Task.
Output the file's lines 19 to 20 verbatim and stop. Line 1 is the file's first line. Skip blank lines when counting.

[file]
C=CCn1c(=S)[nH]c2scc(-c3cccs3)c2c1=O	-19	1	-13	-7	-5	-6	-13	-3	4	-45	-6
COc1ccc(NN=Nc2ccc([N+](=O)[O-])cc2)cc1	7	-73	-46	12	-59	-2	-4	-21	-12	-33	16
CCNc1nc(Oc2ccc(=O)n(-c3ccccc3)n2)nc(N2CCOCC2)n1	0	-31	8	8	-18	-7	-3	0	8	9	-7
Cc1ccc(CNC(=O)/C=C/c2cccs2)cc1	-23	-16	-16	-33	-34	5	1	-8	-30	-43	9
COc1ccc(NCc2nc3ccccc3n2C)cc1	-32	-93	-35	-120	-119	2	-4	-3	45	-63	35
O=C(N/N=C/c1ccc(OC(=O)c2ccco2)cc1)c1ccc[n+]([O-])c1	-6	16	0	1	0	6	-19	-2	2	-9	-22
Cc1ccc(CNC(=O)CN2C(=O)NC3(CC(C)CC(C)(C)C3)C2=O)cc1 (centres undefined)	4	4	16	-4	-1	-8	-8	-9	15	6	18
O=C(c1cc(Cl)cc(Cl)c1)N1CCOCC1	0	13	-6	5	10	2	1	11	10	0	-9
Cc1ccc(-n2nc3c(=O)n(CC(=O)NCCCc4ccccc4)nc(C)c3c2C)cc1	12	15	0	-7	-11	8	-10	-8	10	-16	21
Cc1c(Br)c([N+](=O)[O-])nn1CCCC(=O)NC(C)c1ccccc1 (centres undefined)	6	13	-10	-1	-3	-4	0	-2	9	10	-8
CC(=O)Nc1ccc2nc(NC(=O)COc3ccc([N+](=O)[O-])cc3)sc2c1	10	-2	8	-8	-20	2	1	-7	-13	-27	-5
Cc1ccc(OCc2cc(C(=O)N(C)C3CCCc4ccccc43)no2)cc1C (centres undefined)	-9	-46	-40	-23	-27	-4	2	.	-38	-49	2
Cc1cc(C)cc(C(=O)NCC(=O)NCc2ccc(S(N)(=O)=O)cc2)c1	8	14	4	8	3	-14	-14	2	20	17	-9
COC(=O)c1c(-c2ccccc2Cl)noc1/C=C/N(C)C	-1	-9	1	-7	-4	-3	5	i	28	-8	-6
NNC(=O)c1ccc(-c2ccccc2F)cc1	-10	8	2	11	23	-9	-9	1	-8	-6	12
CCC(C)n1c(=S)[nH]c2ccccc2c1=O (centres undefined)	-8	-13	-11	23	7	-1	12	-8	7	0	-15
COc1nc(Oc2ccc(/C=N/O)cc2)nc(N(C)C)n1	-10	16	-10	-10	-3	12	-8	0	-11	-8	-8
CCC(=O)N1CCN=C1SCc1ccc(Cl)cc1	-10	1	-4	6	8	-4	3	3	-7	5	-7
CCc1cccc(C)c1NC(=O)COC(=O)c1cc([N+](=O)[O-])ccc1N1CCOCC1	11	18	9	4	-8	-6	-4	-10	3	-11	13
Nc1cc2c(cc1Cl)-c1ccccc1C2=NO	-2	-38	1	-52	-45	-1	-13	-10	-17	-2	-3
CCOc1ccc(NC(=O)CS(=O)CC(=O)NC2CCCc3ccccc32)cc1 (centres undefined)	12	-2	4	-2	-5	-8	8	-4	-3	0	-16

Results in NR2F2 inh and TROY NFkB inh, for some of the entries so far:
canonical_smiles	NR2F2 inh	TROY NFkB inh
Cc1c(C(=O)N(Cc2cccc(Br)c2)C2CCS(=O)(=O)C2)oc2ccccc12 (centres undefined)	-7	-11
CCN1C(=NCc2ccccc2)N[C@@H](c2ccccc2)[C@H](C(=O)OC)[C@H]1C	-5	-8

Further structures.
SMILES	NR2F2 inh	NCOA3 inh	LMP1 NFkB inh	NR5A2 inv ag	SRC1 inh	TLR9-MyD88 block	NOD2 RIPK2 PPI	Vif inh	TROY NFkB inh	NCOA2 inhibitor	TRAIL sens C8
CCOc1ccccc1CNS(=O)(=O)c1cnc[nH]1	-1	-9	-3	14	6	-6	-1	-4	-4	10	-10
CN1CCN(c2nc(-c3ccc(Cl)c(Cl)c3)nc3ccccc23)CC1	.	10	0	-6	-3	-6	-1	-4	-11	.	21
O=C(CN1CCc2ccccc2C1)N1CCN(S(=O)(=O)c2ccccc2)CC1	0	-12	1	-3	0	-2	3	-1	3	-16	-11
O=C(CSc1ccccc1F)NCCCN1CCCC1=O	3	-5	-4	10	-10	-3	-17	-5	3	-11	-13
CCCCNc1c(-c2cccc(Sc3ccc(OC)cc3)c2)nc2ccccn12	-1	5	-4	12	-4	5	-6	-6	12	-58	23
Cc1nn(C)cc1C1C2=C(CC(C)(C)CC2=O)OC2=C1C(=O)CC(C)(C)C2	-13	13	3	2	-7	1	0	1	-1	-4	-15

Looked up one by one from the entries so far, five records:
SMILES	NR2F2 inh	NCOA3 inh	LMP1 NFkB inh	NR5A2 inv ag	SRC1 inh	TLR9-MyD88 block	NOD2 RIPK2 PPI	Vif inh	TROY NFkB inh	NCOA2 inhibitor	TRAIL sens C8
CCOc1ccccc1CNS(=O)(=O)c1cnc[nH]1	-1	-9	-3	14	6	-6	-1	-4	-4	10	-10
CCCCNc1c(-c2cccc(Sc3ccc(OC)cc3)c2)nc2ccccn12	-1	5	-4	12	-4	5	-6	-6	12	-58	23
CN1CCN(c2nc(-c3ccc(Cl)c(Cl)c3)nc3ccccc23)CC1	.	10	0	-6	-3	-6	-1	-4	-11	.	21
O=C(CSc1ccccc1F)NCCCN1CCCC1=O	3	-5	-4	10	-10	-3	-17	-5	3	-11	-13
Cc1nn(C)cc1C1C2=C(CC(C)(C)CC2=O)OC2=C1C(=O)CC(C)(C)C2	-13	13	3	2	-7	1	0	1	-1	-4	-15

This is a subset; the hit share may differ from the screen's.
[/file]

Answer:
CCc1cccc(C)c1NC(=O)COC(=O)c1cc([N+](=O)[O-])ccc1N1CCOCC1	11	18	9	4	-8	-6	-4	-10	3	-11	13
Nc1cc2c(cc1Cl)-c1ccccc1C2=NO	-2	-38	1	-52	-45	-1	-13	-10	-17	-2	-3